NF-κB is one of the most important proinflammatory transcription factor families involved in the pathogenesis of rheumatoid arthritis (RA) and contributes significantly to synovial inflammation (1–3). NF-κB activation can be induced by many different stimuli and is well controlled by various endogenous mechanisms, including the IκB proteins that are under tight control of the IKK complex. Under inflammatory conditions, NF-κB is mainly activated via this canonical signal transduction pathway (for review, see ref.4). We previously established that IKKβ is a key regulator of synovial inflammation and demonstrated that intraarticular administration of a dominant-negative form of IKKβ using adenoviral gene therapy (AdIKKβ-DN) significantly reduced clinical signs of arthritis activity (5). The consequences of local IKKβ inhibition on synovial cytokine expression at the site of inflammation have as yet not been studied in in vivo models of RA.
The present exploratory study was conducted to provide more insight into the mechanism of action of AdIKKβ-DN gene therapy. We investigated the consequences of local inhibition of IKKβ on synovial cellularity, cytokine expression, and the expression of matrix-degrading enzymes.
Serial sections from paraffin-embedded ankle joints of rats with adjuvant-induced arthritis (AIA) treated with intraarticular AdIKKβ-DN gene therapy (n = 10) were analyzed and compared with AdGFP-injected control animals (n = 10) (5). After blocking of endogenous peroxidase activity (H2O2) and antigen retrieval (citrate buffer), sections were incubated overnight at 4°C with antibodies specific for rat interleukin-1β (IL-1β), tumor necrosis factor α (TNFα), IL-6, and IL-10 in phosphate buffered saline (PBS)/1% bovine serum albumin (BSA) (10 μg/ml; all from R&D Systems, Minneapolis, MN). In addition, immunohistochemical stainings were carried out to detect matrix metalloproteinase 3 (MMP-3) (10 μg/ml; Chemicon, Temecula, CA) and tissue inhibitor of metalloproteinases 1 (TIMP-1) (5 μg/ml; R&D Systems). After incubation with secondary horseradish peroxidase (HRP)–conjugated swine anti-goat or goat anti-mouse antibodies (Dako, Glostrup, Denmark) in PBS/1% BSA, signal amplification was performed using biotinylated tyramine (Perkin Elmer Life Sciences, Emeryville, CA) followed by streptavidin–HRP (Dako) in PBS/1% BSA as described previously (6). Finally, peroxidase activity was detected using 0.02% 3-amino-9-ethyl-carbazole (Vector Laboratories, Peterborough, UK) as dye and H2O2 as substrate. Sections were counterstained with Mayer's hemalum solution (Merck, Darmstadt, Germany) and mounted with Kaiser's glycerol gelatin mounting medium (Merck). Computer-assisted image analysis was used to evaluate stained sections in a random order (7). Results were expressed as integrated optical density/mm2, which is proportional to the cellular concentration of protein multiplied by the area of positive staining.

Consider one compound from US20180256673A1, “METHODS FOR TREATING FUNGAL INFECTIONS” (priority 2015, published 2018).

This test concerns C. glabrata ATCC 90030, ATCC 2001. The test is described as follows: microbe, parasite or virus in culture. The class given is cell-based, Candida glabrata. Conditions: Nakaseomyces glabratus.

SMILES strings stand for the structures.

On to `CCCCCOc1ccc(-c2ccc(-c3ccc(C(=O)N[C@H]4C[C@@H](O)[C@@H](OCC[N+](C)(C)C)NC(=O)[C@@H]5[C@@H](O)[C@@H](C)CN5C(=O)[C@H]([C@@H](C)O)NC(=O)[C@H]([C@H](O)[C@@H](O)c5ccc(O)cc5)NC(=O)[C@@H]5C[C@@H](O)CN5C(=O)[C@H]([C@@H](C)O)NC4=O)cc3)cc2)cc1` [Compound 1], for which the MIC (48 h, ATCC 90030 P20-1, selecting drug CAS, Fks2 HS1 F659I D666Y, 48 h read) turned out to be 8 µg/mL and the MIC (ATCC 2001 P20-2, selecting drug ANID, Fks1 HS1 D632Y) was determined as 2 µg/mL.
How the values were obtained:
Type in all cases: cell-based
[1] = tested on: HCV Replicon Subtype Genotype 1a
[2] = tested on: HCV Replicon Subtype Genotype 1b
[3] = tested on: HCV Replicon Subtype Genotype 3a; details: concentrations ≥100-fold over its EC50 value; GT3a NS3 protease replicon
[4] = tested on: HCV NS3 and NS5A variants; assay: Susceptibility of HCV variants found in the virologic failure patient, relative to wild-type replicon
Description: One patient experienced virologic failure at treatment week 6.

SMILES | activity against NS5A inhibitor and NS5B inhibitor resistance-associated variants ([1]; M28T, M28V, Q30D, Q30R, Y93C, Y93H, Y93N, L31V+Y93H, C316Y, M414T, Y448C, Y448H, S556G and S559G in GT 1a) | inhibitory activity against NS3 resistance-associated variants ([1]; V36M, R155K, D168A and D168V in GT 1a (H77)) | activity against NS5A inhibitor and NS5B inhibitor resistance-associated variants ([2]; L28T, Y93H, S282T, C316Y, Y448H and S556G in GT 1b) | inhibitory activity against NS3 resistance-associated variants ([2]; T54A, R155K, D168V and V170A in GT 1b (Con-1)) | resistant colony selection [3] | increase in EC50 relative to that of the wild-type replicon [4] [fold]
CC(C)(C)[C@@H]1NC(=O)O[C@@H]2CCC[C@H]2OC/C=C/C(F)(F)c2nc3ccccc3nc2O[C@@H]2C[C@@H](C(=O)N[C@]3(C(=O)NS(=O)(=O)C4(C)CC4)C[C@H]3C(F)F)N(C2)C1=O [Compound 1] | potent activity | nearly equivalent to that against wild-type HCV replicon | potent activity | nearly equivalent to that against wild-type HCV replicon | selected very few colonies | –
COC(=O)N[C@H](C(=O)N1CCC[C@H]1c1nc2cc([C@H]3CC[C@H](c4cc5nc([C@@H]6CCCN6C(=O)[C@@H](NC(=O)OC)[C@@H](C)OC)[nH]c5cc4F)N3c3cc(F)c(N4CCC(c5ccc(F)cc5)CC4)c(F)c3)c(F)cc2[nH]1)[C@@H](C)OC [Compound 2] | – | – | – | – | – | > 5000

Data were analyzed for statistical significance using SPSS version 11.5.1, by multivariate analysis combining the results obtained for proinflammatory markers, and by multivariate analysis combining the results obtained for the antiinflammatory markers (Hotelling's Trace test), acknowledging the a priori hypothesis that results obtained with proinflammatory markers would be different from results obtained with antiinflammatory markers. Descriptive data on the results for individual markers were analyzed for statistical significance using the Mann-Whitney U test. P values less than 0.05 were considered significant.
Intraarticular AdIKKβ-DN gene therapy resulted in a 50% reduction of synovial cellularity (mean ± SEM 104 ± 23 versus 212 ± 35 cells/mm2 with IKKβDN and green fluorescent protein [GFP] treatment, respectively; P < 0.05). Multivariate analysis of the data on the proinflammatory markers, with IL-1β, TNFα, IL-6, and MMP-3 as dependent variables and AdGFP and AdIKKβ-DN as fixed factors, resulted in a Hotelling's Trace test value of 0.041. This signifies that statistical differences in the expression of individual proinflammatory markers are valid. We observed significantly reduced synovial IL-1β and TNFα expression in AdIKKβ-DN–treated rats (P < 0.05), (Figure 1). Expression of IL-6 was also reduced in the AdIKKβ-DN–treated group, although this did not reach statistical significance. Interestingly, expression of the antiinflammatory cytokine IL-10 was not altered by AdIKKβ-DN treatment (Figure 1). These data are consistent with the recognized clinical efficacy of AdIKKβ-DN gene therapy in animal models of RA (5). Next, we investigated the effects of AdIKKβ-DN gene therapy on the expression of MMP-3 and TIMP-1 in synovial tissue. Local IKKβ inhibition resulted in significantly decreased MMP-3 expression (P < 0.05), whereas expression of TIMP-1 was unaffected (Figure 1). Additionally, multivariate analysis of the data on the antiinflammatory markers (IL-10 and TIMP-1) resulted in a Hotelling's Trace test value of 0.554, which is consistent with the lack of effect of AdIKKβ-DN gene therapy on these parameters (factors without an NF-κB–responsive promoter).